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Before we push on, a note on the illustrations. So far, they have been functional (if very, very, very dull and static), but the line drawing for Chapter 3 of the "exotic" Mistress Salome either betrays the century's unimaginative view of what exoticism actually is or that the author and the artist were working against each other. I lean towards the second possibility.

(Click for a larger version)

Yes, that's exotic, inscrutable, scandalously unseemly Salome, instantly recognizable by her look of boredom and her nondescript appearance. The complete absence of any distinguishing characteristics from the text gives it away, really.

But hark, let's see how the flower flirting from the last chapter was represented:

(Click for a larger version)
Well, neither one of them seems to be having much fun. You'd think she'd be more into it, at least. Content is indeed holding out the fragrant spray of flowers, albeit more out of duty than anything--after all, that's what the caption says, so that's what we do. Archer, on the other hand, seems to be transfixed by something just past and above her left shoulder. Is it a sign from the Great Beyond? A bear? A giant gleaming metallic robot from the future with machine guns for arms and a speaker in its chest blasting "Who Let The Dogs Out?" Alack-a-day, we shall never know...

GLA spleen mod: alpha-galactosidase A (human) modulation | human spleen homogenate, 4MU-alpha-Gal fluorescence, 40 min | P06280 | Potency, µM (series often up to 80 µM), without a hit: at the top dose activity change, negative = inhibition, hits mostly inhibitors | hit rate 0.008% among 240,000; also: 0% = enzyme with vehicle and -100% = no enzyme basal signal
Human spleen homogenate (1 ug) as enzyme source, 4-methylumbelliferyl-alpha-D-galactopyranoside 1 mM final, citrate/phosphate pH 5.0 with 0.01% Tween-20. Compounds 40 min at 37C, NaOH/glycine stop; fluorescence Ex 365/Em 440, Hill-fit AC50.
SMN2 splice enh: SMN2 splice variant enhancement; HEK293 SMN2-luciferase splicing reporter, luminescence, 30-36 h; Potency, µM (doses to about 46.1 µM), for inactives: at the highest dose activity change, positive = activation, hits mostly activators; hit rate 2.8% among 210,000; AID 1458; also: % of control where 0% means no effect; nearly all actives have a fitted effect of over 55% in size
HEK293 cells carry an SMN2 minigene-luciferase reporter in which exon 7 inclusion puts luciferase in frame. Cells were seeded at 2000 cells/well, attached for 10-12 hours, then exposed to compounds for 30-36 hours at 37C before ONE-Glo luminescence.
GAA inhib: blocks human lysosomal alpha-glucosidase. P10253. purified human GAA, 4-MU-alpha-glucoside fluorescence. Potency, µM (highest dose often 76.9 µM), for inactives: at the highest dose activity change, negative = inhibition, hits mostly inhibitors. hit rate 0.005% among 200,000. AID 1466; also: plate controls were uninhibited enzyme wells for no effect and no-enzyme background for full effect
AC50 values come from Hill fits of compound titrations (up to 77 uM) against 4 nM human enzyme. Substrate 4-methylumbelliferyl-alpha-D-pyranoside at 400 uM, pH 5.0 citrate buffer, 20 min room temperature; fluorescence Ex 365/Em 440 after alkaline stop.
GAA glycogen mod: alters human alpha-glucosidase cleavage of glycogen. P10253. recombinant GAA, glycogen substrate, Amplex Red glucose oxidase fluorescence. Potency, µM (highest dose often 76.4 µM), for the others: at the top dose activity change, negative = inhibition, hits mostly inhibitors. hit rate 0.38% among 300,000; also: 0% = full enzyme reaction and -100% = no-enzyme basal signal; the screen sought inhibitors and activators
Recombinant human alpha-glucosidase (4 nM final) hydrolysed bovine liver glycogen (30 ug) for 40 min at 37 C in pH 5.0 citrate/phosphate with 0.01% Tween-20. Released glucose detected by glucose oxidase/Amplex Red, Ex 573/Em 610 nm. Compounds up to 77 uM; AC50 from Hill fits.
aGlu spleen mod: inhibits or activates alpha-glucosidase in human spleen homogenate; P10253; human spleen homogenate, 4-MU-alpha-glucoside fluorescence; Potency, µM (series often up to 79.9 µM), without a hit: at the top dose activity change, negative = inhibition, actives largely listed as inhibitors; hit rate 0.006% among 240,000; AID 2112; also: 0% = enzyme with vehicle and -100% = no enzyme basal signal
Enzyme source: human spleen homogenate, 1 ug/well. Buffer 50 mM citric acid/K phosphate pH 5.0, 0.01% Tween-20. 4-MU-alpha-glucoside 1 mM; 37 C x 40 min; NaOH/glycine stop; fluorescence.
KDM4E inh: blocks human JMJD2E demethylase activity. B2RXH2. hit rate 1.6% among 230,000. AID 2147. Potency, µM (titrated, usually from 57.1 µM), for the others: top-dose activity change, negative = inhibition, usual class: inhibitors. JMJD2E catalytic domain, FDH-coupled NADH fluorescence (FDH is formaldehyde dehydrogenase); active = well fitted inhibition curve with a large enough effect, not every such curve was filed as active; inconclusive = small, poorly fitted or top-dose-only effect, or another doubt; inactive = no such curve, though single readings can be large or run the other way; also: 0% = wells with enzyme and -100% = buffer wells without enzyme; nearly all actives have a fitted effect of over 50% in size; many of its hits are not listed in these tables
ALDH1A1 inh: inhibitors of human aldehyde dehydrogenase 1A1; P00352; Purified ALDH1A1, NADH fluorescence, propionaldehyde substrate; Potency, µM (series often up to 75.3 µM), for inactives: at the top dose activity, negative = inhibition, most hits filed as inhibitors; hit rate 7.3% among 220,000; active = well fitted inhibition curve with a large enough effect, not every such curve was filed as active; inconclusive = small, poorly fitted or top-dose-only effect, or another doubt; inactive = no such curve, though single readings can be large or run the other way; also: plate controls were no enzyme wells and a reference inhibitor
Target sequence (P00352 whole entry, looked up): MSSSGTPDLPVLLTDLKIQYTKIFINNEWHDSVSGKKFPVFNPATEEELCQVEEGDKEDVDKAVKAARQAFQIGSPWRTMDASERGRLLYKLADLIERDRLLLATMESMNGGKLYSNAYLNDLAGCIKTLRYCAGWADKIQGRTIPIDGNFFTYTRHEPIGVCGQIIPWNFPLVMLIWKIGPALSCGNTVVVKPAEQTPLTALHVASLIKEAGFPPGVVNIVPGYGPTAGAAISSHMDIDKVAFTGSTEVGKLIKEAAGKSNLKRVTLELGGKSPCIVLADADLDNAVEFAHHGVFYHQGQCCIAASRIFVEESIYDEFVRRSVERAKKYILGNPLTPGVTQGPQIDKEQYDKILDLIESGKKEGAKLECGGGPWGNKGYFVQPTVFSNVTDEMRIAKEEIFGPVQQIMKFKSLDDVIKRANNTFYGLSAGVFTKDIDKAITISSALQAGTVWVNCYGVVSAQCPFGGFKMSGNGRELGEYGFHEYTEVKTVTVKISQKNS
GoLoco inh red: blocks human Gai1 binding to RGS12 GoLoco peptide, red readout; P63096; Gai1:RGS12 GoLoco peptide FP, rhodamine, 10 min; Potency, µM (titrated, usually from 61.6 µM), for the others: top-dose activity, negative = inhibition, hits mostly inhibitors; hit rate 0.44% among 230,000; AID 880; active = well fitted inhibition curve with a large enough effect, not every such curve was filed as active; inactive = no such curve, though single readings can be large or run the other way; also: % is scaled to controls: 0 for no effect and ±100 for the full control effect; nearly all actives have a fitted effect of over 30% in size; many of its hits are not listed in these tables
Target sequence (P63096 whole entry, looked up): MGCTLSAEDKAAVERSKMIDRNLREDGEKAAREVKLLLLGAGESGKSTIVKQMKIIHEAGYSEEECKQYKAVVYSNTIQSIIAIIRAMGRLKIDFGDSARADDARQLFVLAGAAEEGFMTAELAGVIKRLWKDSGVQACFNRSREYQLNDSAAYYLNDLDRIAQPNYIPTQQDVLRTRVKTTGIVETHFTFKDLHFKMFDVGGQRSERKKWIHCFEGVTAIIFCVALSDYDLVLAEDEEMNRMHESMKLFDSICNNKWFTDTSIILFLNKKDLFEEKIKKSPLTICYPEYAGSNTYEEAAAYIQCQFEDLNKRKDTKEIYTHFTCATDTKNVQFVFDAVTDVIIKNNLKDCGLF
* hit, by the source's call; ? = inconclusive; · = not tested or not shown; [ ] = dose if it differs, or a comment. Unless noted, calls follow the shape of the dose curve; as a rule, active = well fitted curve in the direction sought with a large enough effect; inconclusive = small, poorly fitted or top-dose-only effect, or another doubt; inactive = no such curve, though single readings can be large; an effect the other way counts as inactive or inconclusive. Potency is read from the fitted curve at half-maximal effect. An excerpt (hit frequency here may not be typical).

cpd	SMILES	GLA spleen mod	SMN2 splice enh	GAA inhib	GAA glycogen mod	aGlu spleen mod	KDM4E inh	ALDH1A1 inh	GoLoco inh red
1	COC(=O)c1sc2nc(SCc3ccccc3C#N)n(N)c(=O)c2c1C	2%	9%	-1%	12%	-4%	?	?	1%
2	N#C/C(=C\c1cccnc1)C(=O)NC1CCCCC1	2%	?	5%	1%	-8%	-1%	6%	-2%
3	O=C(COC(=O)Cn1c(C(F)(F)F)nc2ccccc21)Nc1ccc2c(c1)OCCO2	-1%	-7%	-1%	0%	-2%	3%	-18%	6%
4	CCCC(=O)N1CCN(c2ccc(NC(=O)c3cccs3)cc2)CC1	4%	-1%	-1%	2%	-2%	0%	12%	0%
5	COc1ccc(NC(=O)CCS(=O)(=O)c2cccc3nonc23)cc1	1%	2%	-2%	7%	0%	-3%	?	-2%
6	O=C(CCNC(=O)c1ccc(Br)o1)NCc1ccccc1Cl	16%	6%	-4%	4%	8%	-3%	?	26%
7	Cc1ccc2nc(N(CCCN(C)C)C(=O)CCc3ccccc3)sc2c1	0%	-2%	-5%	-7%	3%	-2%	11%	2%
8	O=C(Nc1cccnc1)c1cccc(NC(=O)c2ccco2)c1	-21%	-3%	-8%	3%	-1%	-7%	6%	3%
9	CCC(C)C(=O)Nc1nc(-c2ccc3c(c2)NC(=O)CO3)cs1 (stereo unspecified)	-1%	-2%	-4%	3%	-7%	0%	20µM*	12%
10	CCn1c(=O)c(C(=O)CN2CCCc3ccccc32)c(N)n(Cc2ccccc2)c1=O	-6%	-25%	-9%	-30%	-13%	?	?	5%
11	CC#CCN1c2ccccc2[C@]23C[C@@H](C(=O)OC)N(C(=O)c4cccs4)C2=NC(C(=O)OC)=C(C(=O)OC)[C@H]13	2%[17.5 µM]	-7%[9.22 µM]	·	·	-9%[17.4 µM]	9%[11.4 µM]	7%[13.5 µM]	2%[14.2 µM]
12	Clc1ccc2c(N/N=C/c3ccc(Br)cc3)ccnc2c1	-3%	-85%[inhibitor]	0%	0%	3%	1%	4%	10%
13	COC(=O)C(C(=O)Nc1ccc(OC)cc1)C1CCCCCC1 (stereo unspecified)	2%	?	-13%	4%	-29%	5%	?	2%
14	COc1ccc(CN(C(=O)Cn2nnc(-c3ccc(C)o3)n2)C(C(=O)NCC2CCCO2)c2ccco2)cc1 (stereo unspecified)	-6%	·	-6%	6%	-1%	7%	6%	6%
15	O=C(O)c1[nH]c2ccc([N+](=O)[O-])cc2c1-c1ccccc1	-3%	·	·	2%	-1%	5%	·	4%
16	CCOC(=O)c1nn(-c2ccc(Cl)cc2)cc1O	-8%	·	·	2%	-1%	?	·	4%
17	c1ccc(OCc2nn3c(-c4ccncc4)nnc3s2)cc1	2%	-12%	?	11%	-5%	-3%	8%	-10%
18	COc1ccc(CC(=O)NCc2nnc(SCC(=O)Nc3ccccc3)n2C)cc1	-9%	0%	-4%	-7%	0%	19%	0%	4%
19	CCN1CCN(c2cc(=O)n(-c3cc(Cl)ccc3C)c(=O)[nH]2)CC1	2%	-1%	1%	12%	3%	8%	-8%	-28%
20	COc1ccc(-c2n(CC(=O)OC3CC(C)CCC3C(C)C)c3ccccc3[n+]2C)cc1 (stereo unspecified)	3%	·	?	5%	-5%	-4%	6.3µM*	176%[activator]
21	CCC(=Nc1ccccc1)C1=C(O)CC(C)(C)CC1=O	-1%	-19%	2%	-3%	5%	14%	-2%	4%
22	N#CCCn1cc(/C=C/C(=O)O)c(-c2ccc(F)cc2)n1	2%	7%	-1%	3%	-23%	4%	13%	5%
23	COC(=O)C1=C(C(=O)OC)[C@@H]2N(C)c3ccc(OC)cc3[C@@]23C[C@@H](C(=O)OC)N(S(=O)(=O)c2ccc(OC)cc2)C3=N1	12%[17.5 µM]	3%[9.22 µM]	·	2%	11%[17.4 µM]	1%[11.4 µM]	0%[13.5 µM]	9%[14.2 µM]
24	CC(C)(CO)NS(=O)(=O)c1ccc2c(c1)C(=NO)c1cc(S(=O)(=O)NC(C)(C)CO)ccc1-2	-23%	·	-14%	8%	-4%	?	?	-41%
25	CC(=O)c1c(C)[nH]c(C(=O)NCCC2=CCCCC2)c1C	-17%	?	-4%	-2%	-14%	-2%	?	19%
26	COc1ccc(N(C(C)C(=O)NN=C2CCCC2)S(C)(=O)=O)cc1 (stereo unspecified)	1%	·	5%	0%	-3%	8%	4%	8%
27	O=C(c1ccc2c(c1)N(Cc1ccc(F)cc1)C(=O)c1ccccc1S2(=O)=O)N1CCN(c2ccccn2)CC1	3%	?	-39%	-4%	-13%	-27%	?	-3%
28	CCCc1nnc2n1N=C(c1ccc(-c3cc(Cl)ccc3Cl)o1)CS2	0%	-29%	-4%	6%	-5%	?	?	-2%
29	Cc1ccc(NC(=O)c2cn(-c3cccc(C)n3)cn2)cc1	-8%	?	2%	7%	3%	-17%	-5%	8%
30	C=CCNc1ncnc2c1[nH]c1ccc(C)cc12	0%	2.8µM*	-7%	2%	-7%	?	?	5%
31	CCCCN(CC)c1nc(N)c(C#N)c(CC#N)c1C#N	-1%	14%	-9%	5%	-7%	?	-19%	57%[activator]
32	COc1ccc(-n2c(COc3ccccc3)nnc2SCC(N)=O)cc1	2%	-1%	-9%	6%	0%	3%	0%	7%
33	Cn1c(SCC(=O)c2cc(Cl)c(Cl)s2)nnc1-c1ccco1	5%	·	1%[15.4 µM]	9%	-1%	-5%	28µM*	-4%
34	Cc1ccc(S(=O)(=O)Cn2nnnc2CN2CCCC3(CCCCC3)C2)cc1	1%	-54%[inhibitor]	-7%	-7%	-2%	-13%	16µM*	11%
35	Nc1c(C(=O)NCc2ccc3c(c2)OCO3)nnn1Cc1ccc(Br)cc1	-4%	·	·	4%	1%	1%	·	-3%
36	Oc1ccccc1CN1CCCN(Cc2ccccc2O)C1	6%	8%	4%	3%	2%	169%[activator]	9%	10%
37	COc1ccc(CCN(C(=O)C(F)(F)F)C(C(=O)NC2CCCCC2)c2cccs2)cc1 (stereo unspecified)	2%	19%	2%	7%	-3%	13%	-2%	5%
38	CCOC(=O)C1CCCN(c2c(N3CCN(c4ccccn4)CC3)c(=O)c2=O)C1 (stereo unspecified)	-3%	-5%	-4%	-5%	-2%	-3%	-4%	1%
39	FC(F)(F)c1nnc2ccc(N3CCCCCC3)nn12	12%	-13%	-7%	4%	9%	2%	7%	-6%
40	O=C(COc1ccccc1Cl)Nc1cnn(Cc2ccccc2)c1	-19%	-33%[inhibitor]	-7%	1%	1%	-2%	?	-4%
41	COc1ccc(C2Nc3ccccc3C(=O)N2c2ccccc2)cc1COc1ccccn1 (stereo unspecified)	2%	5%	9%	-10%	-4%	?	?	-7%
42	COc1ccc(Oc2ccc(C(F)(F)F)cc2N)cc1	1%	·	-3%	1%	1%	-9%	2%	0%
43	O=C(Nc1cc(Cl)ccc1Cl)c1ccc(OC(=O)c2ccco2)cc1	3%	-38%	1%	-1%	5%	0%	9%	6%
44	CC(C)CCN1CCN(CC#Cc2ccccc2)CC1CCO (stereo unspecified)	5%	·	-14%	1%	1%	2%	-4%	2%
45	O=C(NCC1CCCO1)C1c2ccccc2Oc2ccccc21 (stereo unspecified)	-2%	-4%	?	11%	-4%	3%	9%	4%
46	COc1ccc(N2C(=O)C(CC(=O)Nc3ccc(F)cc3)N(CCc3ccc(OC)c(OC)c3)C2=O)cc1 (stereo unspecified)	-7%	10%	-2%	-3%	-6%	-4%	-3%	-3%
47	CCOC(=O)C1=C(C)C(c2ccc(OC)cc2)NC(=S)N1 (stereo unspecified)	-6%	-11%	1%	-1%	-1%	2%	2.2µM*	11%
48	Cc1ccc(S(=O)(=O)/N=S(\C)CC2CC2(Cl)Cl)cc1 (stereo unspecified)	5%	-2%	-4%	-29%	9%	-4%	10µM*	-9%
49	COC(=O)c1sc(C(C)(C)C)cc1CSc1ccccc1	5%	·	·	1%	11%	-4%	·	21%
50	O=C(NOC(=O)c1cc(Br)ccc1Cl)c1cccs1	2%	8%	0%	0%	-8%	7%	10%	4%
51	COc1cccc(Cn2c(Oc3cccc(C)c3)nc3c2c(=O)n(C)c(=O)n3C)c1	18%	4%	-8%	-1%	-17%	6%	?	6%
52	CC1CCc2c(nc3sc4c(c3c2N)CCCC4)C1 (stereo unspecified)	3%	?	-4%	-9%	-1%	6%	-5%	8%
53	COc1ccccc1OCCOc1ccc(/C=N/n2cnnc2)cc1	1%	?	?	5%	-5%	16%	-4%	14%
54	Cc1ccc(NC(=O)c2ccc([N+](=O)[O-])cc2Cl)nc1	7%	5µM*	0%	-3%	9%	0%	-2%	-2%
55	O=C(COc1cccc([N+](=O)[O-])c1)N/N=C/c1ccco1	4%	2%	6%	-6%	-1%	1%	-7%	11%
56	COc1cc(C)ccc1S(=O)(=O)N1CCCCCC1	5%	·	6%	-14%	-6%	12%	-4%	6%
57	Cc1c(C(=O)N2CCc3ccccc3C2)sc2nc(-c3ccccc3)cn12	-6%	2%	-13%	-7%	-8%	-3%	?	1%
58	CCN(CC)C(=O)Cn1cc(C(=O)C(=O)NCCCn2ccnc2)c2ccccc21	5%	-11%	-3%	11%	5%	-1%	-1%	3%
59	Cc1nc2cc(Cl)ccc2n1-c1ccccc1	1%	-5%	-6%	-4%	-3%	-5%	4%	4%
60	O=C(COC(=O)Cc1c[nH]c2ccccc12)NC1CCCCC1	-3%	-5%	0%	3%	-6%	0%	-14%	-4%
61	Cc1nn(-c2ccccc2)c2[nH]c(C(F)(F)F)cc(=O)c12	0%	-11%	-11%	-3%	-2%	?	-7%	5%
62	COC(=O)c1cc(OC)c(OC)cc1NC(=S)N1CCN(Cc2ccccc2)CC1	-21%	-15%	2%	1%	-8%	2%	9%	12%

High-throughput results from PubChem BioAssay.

Before you get the idea that it's all stiff posing and immobile faces...well, it's mostly true, but check out this detail from the "Freudian" candle-lighting scene.

(click for full picture)
"I'm sorry, I've never missed the wick before." "Oh, hold still and let me do it."

And that deep sense of shame from typing the above is one of the many, many reasons I'm not yet Internet Famous. The secret is out.


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